Shortages of medications for attention deficit hyperactivity disorder (ADHD) are leaving parents and patients scrambling. According to the Wall Street Journal, shortages of Adderall XR and its generic equivalents (also known as amphetamine mixed salts), as well as of methylphenidate (a generic version of the brand-name drug Ritalin) have recently been reported in Pennsylvania, Maryland, Minnesota, Washington state and elsewhere.
Parents are on the hunt for pharmacies that stock the medications, or are dipping into their pockets to pay full-price for alternatives. Or, in some cases, they’re rationing out their supplies:
Pharmacists say some customers have to pay the entire cost of a brand-name drug — which can exceed $200 a month — because their health plans cover only generics. The higher the price of a drug, the greater the likelihood a patient will not take a drug as prescribed, said Timothy Davis, pharmacist at Beaver Health Mart Pharmacy in Beaver, Pa. Mr. Davis said he has become adept at helping patients request that drug-benefit plans cover branded alternatives to generics that are in short supply.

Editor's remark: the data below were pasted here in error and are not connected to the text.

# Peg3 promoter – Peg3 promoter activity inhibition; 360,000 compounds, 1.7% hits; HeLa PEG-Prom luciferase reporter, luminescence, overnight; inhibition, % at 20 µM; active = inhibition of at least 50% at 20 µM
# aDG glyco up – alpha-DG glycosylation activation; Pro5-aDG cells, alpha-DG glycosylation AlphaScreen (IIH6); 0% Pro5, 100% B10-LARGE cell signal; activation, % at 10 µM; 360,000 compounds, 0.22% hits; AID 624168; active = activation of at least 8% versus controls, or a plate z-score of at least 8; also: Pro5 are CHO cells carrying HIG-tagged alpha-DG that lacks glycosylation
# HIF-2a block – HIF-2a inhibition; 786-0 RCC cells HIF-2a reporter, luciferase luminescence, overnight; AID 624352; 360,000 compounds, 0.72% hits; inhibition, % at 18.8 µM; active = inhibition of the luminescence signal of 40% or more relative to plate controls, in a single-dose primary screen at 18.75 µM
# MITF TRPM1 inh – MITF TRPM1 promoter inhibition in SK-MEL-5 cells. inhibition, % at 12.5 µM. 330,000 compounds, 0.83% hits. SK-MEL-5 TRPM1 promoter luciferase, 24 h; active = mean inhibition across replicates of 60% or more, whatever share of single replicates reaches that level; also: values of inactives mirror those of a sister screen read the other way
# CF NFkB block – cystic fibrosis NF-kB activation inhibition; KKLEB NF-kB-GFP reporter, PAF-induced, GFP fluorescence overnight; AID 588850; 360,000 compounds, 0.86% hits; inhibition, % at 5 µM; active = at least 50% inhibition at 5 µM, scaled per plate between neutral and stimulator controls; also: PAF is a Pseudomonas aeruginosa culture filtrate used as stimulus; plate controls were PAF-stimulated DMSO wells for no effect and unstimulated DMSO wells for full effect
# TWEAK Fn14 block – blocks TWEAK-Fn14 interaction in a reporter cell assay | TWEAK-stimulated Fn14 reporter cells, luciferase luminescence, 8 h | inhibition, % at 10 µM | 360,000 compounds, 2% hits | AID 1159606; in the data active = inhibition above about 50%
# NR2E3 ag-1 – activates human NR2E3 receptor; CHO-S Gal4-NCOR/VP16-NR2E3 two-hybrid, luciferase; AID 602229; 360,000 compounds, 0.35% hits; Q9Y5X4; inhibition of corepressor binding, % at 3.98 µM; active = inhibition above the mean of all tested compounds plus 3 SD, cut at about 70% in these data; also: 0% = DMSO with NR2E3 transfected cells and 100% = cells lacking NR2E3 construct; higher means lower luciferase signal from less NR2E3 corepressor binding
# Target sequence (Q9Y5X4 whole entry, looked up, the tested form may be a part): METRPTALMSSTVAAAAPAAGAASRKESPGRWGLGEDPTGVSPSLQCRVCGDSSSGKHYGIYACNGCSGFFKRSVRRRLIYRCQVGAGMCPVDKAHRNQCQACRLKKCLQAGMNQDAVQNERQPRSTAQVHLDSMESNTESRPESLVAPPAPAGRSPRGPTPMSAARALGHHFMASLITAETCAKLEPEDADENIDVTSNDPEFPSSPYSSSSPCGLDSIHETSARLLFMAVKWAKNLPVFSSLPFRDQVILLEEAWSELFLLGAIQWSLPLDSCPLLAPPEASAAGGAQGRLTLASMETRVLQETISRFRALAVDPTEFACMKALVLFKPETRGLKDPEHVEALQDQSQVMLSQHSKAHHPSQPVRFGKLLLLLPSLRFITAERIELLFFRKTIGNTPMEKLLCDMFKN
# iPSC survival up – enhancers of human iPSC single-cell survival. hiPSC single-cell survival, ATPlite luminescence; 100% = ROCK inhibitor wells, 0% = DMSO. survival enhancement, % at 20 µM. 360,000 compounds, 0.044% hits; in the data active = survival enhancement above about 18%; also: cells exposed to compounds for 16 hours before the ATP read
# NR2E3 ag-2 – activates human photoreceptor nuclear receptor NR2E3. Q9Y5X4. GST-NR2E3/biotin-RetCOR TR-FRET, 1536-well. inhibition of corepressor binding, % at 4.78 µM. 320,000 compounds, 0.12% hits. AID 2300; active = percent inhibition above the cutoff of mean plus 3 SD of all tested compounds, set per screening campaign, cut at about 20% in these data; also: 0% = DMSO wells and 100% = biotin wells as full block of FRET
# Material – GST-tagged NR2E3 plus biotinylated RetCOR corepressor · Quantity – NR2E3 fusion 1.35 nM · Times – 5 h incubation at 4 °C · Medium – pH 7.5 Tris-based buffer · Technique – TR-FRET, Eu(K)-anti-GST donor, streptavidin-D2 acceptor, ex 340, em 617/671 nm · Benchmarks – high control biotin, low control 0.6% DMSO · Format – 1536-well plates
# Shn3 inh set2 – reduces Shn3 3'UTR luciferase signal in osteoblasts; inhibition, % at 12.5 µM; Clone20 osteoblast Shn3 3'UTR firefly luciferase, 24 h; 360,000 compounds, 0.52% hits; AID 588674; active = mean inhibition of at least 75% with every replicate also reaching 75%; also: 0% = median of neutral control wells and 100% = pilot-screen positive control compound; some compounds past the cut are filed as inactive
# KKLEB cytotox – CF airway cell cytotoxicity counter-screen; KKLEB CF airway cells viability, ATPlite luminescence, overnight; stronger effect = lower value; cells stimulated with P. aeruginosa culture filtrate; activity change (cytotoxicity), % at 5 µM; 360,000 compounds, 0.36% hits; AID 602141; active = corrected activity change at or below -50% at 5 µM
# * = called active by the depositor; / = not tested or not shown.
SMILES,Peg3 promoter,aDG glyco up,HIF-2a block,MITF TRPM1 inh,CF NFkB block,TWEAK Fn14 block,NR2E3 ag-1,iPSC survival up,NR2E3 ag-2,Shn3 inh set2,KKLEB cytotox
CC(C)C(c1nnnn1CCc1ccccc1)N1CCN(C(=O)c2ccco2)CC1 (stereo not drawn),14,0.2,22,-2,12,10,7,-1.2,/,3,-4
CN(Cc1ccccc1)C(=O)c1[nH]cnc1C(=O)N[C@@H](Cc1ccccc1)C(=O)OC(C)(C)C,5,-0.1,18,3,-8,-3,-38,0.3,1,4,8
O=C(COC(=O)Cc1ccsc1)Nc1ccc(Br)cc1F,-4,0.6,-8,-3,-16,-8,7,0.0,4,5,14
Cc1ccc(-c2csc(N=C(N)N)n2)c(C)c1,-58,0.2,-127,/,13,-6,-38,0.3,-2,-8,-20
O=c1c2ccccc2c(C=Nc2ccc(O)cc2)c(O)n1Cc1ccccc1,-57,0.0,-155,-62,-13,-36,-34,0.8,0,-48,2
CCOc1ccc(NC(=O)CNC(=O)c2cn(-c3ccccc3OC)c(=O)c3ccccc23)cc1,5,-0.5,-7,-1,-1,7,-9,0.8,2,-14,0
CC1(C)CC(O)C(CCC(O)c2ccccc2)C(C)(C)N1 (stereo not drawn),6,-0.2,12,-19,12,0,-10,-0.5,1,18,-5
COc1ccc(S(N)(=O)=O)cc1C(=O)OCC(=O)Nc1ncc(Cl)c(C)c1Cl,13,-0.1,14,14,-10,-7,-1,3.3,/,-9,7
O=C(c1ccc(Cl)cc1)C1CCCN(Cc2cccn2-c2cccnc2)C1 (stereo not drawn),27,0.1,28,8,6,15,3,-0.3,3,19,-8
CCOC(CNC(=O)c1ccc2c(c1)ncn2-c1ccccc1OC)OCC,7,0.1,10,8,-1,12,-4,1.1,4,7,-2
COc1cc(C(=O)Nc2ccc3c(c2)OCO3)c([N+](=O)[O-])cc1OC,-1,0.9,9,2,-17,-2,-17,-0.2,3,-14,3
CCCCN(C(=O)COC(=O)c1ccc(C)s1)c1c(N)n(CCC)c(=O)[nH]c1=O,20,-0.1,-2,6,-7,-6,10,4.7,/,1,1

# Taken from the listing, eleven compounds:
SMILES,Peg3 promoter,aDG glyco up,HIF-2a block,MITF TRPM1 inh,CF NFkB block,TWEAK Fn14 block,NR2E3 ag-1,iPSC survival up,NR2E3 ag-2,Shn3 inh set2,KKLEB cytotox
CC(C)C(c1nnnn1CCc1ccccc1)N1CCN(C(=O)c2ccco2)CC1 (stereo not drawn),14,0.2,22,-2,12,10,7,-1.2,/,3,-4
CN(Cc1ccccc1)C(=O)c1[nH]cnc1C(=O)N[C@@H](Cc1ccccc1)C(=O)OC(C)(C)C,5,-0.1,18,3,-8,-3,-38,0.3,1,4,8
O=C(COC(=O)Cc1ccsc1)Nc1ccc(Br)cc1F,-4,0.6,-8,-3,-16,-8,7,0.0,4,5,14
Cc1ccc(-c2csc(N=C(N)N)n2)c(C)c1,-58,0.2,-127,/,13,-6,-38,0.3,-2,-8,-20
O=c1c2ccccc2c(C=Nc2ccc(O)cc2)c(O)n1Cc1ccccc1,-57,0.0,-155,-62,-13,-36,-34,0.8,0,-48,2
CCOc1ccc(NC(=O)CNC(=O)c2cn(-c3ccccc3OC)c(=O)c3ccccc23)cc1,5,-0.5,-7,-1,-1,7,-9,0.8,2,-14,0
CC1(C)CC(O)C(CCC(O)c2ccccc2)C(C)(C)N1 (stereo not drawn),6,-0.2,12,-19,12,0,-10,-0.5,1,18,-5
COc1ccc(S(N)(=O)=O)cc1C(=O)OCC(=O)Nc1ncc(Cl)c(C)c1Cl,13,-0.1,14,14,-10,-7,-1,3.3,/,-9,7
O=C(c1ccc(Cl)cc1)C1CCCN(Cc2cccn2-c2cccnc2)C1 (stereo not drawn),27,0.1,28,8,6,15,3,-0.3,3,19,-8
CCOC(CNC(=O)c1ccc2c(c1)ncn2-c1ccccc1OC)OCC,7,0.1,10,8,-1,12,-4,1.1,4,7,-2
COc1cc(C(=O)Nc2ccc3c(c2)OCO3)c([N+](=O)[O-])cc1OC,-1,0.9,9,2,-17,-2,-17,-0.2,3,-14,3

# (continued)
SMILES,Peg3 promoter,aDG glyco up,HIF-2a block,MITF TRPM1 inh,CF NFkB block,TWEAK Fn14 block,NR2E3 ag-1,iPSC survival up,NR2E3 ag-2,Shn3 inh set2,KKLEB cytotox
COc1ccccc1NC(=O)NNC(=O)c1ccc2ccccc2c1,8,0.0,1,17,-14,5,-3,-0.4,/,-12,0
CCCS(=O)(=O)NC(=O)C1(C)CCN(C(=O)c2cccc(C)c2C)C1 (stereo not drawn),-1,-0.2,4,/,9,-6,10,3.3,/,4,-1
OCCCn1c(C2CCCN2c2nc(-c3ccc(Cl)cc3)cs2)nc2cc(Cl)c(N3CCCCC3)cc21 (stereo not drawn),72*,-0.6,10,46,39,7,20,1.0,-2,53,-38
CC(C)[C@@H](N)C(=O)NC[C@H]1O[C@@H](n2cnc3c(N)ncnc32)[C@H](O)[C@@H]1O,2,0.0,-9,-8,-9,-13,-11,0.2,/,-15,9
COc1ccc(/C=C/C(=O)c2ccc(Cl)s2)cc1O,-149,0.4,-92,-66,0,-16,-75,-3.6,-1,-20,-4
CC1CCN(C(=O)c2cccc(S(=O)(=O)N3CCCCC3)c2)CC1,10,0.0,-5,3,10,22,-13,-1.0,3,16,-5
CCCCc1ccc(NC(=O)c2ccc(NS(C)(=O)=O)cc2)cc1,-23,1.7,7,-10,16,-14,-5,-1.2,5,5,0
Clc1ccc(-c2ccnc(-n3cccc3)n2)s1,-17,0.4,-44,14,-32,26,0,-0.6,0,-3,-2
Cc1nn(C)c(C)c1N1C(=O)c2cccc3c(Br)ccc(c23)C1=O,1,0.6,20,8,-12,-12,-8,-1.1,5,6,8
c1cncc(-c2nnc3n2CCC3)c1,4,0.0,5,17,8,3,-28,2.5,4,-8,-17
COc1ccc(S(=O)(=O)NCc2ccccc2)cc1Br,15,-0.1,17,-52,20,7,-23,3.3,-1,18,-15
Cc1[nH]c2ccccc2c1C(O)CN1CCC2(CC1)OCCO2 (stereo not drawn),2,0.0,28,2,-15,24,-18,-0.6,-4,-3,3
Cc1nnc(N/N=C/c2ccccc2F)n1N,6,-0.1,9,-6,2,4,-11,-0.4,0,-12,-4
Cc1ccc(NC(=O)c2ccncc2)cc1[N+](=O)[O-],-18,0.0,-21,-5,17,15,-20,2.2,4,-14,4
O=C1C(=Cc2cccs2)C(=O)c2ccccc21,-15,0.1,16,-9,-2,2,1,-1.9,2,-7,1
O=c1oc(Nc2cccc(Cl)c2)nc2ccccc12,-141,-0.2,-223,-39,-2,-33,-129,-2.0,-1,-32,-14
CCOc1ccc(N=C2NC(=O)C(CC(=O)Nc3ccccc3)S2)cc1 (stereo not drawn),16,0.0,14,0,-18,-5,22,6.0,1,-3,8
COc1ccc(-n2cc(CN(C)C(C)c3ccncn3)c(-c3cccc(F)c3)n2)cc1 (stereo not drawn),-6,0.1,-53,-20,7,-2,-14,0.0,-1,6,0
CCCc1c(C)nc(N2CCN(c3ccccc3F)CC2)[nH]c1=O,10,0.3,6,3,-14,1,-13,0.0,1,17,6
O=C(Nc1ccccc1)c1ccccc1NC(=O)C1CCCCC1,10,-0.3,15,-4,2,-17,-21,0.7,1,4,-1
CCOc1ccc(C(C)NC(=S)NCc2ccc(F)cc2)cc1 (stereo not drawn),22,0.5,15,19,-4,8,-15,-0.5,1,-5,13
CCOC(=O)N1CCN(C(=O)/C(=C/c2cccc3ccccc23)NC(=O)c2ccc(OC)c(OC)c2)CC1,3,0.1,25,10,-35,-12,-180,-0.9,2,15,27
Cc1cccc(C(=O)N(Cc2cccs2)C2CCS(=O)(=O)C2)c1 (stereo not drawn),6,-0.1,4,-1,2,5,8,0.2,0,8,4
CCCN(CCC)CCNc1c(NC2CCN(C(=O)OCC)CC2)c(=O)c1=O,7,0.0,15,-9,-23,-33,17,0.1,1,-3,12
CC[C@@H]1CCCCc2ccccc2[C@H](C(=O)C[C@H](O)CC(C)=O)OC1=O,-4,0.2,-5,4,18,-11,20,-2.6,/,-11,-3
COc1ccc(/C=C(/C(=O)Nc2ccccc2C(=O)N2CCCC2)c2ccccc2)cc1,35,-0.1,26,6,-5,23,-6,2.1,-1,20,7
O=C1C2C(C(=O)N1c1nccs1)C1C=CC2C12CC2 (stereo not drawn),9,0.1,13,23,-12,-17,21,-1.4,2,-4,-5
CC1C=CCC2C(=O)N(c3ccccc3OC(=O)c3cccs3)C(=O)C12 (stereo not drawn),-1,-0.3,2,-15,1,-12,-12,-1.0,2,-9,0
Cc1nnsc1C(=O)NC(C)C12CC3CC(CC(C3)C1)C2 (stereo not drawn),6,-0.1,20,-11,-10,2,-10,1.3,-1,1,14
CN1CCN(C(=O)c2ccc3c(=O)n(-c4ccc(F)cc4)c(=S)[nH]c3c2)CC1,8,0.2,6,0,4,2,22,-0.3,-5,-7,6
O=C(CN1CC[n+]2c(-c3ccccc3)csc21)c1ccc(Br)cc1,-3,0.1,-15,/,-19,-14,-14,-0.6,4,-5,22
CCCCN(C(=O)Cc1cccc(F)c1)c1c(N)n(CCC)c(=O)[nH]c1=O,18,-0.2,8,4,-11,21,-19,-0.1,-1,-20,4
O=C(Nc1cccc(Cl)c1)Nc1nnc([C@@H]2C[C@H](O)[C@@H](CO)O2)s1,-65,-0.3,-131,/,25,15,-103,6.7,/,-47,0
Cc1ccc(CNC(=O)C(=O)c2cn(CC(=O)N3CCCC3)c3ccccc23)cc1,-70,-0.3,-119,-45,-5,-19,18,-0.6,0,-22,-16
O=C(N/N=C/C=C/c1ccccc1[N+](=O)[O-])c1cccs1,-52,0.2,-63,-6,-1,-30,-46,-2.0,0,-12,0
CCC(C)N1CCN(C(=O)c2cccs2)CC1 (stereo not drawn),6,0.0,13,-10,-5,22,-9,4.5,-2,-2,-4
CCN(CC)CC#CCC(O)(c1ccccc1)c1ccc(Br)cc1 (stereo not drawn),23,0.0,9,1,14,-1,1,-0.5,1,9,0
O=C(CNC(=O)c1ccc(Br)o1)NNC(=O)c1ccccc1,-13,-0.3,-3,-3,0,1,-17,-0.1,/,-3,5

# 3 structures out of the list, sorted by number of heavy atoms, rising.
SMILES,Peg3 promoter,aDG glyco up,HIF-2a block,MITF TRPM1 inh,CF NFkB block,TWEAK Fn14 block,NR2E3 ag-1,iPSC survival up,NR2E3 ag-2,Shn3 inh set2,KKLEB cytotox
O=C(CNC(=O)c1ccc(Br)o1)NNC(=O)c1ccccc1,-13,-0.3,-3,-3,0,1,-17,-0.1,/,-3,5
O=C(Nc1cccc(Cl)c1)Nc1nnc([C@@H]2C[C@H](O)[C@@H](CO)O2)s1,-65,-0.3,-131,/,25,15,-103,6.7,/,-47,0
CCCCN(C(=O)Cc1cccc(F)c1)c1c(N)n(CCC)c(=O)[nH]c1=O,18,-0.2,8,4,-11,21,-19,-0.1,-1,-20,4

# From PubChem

To keep costs down, some patients have switched from one generic to another generic of a different drug. Generics are supposed to be therapeutically equivalent to branded drugs, but some patients experience differences going from one to the other. Others may switch from formulations taken once or twice a day to those requiring more frequent dosing — a disruption for school children who must leave class to take their dose at the nurse’s office.
Currently about 9.5% or 5.4 million children 4-17 years of age have been diagnosed with ADHD, according to statistics from the Centers for Disease and Control Prevention. Demand for the drugs has increased as diagnoses of ADHD have risen. According to IMS Health, medications for ADHD generated a combined 24.2 million prescriptions in 2010.
But the reason for the shortage is due to a delay in the U.S. Drug Enforcement Administration releasing extra supplies of the drug’s active ingredients, according to Matt Cabrey, spokesman for Shire PLC, which manufactures Adderall and its generic versions. The DEA monitors the active ingredients of some ADHD drugs as controlled substances. For instance, methylphenidate has been shown to have some benefits as a replacement therapy for individuals dependent on methamphetamine; methylphenidate has also been said to have a “high potential” for abuse and addiction.
Increased supplies of the ingredients should be available this month, so the shortage will most likely end. But perhaps the medicine shortage is a sign to give pause and consider whether there might be other ways to help those with ADHD besides medications and to ask if some may have become too reliant on them.
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